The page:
Meaningful Distinction:

Patrick S. Lasswell Look outward for something to accomplish, not inward for something to despise.
pslblog at gmail dot com
Monday, April 19, 2004
Process of Demolition: Eradicating Terrorism from Within

The events of the last few weeks have been puzzling to me. At first I thought that the Marines had developed a situation where they could finally get the dead-enders to stand up and fight. The problem is that in Fallujah, Najaf, and other places where they could have destroyed the insurgent forces in place, they have clearly chosen to hold and negotiate. This has been puzzling to me because this is not a traditional endgame scenario for an insurgency. On the other hand, I really am an amateur and I really am halfway around the world from what is going on.

The people on the scene running the war are some of the best military professionals the world has ever known, and they have some of the best support from the administration that a military has ever known. While a lot of people wish that we had a leader with the articulation of Churchill, no sane person would want a leader with his insane fixation on irrelevant geography. George W. Bush has not cost the US a tithe of the losses that Churchill cost the UK in either Gallipoli or Crete.

So we have some of the best military minds in history with a clear, if difficult, mission, with an administration that protects them from idiotic agendas and pointless mission inflation. Why can't I figure out what is going on? I got a clue today of one reason why the militants in Fallujah and Najaf are not being destroyed. The mission is to destroy the militants in Islam, not just the dead-enders in two towns. This time, the intention of the United States is to win the war, not just the battles.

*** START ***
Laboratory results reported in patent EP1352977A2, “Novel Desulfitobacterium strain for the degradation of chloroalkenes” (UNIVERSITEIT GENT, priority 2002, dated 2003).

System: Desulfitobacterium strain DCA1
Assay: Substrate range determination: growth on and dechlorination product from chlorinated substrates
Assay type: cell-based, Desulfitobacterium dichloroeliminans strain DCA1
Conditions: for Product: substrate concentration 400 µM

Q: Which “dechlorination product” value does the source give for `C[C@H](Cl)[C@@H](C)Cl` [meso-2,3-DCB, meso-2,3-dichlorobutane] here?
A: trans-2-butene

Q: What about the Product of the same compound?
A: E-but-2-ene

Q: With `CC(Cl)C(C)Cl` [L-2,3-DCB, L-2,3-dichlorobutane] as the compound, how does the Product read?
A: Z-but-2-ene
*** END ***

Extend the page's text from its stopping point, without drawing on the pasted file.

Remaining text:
Part of the value of this strategy may be showing successful in Fallujah today when the city leaders realized that if 5,000 militants are holding a city hostage, the other 200,000 armed residents can make the militants go away. Putting a wedge between the local leadership and the militants is a better result than just killing the militants. The goal here is to deny the city to militants forever, not just destroy the militants currently in place.

Another value of this strategy may be in the turning of captured militants and the insertion of operatives. While the US national security apparatus has not been tremendously skilled in HUMINT (Human Intelligence a.k.a. spies), we aren't the only dogs in the fight. If forced to disarm, abandon locations, and flee, the insurgents will become very vulnerable to penetration. I do not worry about compromising operatives working on our behalf by saying this, mostly because any security purge the backers of the insurgents perform will cause more harm than good. Once they start a significant effort to secure themselves, they will stop spending time hurting us. If the bad guys start listening to what I am saying, they will stop sleeping nights.

Everything I am writing is based on speculation; I have no source on the strategic counsels of our military. My faith in our military leadership is not infinite, but it is strongly justified. I suspect that there are some very good reasons for the deliberate pace of the destruction of the uprising. I think that they are not trying to defeat the insurgents; I think that our military is working to demolish them.
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